DAY 29 MONDAY 20TH AUGUST 2012
STOCKYARD CAMP TO DEAD FINISH CAMP
A thick fog engulfed us in the early hours of the morning and because we were sleeping in our swag on the ground we awoke in a pretty saturated state, however it was worth getting wet to be out there in the eerie environment. Road trains, normally noisy as they rumble past, were ghost-like and making no sound because the dense wet atmosphere absorbed all noise. Another plus for getting wet was that I was able to take a photo of the dewdrops on the stockyard fence.
It was worth getting the bedding wet to capture these images.
Packed up everything last night before retiring so this morning all we had to do was roll up the swag and get on the road. Drove through dense fog and because I didn’t know the road I let a road train pass us and then followed him, assuming he may have travelled the track before. I think we drove through the main street of Carnarvon but couldn’t be sure due to the fog and ended up by accident at the land end of the historic mile long Carnarvon Jetty. We had the car park to ourselves and even though the entrance sign said, No Turn Around for Caravans and Trailers, I ignored the sign, mainly as an act of defiance. I’m getting sick and tired of being herded like a sheep. It turned out there was plenty of room to turn around but there wouldn’t be if the car park was full. I cooked porridge on the metho stove and ate it whilst reading the information board.
After breakfast we walked the mile long jetty, built in 1897 from jarrah timber from the SE WA forests. There are 674 pylons which are slowly being replaced. At today’s prices it costs $2500 to purchase, treat, transport and drive a new pylon into position. The jetty serviced state ships bringing supplies from Perth. A railway line ran from the receiving end of the jetty to Carnarvon town. Today a Thomas the Tank Engine takes tourists and people wanting to fish for the day along the jetty. A useless piece of trivia about the jetty is that the first live export of sheep was made from the jetty in 1900.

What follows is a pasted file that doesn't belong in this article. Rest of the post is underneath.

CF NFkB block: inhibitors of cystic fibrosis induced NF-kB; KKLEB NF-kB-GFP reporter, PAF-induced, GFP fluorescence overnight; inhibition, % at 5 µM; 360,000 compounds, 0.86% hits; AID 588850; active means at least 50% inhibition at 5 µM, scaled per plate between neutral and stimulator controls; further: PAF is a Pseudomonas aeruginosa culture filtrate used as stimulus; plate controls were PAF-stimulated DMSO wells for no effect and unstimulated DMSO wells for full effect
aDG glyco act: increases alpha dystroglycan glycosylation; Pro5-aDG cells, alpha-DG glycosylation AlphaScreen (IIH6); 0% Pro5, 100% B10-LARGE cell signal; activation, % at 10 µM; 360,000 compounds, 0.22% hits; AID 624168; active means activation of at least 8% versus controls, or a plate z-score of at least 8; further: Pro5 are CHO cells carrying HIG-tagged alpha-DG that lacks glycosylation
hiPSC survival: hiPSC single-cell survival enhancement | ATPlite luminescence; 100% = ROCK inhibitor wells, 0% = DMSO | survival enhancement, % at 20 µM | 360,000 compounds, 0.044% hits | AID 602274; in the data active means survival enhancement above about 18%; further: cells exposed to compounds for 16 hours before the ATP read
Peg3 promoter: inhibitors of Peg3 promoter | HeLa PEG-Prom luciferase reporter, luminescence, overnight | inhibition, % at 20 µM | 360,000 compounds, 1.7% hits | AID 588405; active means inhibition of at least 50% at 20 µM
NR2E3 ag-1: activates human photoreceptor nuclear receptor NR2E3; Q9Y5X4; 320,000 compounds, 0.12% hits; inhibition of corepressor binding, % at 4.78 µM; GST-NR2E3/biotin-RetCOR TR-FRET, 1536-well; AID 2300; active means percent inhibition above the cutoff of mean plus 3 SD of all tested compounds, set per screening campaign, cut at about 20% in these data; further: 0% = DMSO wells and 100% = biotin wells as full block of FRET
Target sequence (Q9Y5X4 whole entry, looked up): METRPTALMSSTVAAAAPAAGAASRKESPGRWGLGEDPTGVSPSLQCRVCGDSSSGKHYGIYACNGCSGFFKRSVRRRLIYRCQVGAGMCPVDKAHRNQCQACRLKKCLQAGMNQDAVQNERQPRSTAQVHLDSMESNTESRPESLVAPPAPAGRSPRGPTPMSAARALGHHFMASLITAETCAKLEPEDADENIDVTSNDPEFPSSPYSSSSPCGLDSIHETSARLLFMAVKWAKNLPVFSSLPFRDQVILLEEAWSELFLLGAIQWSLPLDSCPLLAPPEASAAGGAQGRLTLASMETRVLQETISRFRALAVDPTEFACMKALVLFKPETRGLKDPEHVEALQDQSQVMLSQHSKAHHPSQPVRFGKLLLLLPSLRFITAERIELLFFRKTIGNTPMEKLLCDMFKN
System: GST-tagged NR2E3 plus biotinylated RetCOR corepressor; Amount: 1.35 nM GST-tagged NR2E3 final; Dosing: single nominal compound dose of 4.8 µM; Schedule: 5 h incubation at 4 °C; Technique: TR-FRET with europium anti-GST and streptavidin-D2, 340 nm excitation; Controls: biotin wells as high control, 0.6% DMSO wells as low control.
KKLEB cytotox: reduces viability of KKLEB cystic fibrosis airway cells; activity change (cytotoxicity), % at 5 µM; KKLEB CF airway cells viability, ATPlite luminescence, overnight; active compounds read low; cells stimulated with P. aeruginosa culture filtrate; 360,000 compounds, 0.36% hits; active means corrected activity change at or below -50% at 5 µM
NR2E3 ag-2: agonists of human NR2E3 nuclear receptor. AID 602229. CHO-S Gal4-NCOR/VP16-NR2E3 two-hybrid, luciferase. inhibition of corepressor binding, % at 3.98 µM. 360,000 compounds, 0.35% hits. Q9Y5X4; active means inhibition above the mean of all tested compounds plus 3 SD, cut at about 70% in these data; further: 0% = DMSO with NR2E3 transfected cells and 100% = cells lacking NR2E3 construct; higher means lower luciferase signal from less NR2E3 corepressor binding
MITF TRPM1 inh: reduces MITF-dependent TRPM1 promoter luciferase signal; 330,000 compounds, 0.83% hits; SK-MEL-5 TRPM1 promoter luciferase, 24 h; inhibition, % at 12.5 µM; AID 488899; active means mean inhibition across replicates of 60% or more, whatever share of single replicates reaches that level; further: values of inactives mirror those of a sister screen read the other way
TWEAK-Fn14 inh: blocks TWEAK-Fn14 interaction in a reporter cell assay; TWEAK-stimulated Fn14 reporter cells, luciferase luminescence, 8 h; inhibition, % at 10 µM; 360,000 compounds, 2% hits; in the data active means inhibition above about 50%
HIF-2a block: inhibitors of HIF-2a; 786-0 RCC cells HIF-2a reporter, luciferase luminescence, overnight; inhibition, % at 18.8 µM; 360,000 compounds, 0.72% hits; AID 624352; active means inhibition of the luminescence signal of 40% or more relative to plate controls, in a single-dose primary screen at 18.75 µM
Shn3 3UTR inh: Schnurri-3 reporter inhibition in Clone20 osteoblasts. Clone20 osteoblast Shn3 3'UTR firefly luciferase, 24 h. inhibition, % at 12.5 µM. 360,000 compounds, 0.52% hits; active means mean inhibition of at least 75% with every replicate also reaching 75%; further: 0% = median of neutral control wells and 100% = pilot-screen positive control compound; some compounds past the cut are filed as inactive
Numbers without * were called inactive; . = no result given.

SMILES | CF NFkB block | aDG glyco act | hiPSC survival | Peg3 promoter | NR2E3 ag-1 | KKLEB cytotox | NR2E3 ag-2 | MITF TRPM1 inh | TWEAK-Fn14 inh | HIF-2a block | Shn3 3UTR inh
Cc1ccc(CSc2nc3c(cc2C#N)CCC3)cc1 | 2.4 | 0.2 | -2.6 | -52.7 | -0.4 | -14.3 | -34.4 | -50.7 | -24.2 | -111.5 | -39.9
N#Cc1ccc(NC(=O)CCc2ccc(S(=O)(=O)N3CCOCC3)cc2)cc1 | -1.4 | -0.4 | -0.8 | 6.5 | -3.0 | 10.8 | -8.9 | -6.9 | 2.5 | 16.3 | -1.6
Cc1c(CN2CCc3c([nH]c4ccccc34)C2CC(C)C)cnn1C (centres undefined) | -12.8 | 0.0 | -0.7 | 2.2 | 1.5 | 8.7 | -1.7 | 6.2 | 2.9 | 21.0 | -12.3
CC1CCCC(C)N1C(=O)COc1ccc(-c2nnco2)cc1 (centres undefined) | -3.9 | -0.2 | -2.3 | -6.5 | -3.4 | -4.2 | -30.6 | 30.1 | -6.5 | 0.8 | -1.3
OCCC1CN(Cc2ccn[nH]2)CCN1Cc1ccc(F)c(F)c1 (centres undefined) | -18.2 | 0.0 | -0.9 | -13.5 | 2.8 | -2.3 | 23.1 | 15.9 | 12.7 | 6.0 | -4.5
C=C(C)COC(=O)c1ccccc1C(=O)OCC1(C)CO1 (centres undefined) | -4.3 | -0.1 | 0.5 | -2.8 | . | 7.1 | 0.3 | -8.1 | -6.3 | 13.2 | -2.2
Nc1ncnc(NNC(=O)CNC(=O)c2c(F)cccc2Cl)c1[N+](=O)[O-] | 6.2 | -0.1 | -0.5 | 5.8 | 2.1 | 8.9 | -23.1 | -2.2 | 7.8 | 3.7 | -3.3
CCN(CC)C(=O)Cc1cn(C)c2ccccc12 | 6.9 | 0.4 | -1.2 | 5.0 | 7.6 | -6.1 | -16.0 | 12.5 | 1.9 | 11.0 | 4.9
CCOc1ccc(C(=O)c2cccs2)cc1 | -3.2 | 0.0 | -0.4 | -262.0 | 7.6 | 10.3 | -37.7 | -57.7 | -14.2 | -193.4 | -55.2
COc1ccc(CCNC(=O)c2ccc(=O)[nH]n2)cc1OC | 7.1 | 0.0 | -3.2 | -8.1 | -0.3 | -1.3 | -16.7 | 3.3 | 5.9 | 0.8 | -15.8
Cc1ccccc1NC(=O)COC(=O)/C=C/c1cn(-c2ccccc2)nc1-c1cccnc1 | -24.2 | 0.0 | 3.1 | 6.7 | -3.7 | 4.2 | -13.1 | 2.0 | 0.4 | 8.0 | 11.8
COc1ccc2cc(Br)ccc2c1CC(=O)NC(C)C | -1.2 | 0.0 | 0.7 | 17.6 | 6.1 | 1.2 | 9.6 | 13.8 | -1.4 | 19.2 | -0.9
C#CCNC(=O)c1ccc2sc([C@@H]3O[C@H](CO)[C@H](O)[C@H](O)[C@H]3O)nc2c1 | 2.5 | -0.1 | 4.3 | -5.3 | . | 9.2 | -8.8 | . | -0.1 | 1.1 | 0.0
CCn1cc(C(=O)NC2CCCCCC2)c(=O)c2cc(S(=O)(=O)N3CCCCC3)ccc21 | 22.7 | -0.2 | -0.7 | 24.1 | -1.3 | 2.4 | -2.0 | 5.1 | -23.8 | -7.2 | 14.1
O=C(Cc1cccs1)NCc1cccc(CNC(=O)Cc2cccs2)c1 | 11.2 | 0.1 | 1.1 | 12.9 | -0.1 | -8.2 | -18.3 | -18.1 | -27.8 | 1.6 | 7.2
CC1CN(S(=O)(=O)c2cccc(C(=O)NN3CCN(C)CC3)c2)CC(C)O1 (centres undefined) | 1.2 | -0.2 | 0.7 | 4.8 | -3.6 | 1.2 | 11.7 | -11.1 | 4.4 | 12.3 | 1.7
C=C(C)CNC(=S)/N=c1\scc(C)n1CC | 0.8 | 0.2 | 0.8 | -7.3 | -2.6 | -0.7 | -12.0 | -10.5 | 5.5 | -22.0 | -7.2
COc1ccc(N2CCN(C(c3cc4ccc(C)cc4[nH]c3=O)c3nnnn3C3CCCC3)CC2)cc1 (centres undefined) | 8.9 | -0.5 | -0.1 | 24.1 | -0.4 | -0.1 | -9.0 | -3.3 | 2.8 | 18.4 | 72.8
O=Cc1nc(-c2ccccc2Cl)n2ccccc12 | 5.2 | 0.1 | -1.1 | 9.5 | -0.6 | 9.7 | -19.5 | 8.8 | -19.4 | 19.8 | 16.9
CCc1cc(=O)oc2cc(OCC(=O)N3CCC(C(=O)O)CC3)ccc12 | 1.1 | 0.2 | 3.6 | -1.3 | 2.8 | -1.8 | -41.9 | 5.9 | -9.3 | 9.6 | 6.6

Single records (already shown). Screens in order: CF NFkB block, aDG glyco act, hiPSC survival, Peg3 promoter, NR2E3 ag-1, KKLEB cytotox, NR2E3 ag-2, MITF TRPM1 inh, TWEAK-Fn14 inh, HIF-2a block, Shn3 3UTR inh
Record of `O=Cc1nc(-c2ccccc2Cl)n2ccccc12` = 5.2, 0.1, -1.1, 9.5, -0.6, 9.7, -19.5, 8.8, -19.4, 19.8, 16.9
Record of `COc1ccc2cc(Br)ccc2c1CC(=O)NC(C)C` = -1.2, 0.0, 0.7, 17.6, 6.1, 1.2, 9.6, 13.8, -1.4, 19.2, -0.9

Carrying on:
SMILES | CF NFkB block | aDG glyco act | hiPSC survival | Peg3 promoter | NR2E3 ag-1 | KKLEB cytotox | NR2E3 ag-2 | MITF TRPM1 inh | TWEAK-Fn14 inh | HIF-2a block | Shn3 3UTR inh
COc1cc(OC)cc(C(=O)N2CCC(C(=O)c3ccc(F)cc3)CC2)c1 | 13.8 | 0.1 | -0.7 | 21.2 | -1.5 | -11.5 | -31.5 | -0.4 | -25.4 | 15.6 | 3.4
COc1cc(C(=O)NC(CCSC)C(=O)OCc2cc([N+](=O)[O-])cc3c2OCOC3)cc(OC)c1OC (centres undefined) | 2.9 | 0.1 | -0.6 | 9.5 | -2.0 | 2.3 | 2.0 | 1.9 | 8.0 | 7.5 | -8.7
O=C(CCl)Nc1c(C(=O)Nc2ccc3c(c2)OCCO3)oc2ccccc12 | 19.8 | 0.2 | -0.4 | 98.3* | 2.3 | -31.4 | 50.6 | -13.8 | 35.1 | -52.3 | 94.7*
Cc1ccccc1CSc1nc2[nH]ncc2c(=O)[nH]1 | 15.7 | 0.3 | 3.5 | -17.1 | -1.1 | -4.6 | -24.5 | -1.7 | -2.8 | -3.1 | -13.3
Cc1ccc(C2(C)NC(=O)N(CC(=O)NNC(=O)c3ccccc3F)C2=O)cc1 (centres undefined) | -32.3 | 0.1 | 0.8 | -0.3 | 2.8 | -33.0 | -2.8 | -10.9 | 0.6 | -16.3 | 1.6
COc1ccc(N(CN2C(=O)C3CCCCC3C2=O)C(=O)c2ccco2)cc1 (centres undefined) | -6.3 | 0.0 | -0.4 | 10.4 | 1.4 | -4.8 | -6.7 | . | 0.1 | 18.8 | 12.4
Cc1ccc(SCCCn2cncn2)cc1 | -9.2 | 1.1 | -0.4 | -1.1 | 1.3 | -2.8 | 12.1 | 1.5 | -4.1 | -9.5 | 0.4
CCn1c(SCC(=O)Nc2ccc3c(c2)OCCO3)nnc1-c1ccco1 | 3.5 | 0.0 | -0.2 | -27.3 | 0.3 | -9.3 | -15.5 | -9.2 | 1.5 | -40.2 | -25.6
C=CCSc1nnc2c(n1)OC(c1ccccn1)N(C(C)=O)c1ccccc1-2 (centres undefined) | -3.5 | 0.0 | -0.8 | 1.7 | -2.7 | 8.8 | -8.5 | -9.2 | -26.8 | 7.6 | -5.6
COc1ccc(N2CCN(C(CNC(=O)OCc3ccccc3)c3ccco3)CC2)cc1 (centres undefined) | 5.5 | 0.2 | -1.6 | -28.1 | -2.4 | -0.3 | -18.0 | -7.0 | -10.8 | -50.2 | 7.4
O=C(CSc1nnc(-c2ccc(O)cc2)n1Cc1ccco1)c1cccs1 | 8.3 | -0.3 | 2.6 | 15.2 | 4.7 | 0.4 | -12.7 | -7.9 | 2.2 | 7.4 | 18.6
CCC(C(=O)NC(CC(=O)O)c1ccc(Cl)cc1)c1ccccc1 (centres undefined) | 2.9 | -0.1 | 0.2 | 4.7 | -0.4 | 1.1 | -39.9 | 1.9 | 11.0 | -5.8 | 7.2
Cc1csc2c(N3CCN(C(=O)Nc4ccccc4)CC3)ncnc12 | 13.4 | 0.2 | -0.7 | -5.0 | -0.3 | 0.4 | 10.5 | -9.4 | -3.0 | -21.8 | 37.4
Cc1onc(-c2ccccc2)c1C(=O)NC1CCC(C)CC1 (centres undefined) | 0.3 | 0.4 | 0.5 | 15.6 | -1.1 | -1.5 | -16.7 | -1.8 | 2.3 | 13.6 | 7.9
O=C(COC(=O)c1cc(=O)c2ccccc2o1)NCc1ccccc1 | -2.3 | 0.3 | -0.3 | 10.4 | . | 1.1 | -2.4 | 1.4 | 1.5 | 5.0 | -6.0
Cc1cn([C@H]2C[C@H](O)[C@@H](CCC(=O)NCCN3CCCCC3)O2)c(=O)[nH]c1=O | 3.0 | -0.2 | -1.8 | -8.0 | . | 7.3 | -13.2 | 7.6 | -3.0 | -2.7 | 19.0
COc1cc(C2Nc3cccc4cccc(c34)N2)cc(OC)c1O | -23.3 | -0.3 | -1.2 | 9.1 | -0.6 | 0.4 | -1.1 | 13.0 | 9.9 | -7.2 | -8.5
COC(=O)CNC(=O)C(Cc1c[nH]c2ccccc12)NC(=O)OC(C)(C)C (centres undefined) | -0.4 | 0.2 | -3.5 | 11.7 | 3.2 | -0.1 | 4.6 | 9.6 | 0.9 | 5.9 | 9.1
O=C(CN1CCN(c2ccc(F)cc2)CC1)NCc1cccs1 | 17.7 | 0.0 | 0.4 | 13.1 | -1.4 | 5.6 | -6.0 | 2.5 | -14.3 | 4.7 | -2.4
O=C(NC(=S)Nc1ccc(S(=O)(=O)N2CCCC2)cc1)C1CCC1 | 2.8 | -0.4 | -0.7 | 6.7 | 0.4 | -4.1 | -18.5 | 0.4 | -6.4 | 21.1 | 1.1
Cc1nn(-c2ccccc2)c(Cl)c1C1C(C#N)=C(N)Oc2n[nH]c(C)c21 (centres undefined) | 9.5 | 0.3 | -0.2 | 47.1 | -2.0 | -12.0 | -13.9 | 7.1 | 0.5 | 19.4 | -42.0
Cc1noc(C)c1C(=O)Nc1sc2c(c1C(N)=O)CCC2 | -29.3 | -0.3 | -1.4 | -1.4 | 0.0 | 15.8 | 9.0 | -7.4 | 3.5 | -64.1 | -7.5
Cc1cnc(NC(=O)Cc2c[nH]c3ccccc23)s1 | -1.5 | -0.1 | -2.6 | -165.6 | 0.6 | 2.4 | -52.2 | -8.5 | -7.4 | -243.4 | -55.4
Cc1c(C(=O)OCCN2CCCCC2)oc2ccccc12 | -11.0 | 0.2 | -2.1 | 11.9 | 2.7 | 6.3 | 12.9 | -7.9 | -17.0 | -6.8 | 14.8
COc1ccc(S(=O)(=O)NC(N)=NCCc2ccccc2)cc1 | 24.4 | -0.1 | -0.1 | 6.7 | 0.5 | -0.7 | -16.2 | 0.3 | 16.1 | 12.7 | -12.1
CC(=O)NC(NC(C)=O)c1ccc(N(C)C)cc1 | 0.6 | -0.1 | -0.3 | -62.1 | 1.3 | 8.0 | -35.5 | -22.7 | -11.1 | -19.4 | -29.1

The highlight for the morning was seeing a dugong grazing on the seagrass beds below the jetty. Ten percent of Australia’s dugongs (10 000 to 14 000 animals) live in Shark Bay to the south of Carnarvon. It would be a real treat if a dugong surfaced next to our kayak, all we could do is hang tight and hope it didn’t tip us over. They are huge animals and can grow to three metres long and weigh up to 500kg. Fortunately they are docile animals and not interested in molesting humans like the tiger and white pointer sharks of the WA coastal zones. When kayaking in waters where we might encounter a shark I’m very sensitive to sounds behind me and always turning and looking over my shoulder. I have for ready access a sharp pointed knife to give any visitors a little tickle in the appropriate spot.
A local told me that it is possible to identify an individual dugong by the scratch configuration on the animal’s back. This one is a female and she is a regular visitor to the seagrass beds near the jetty.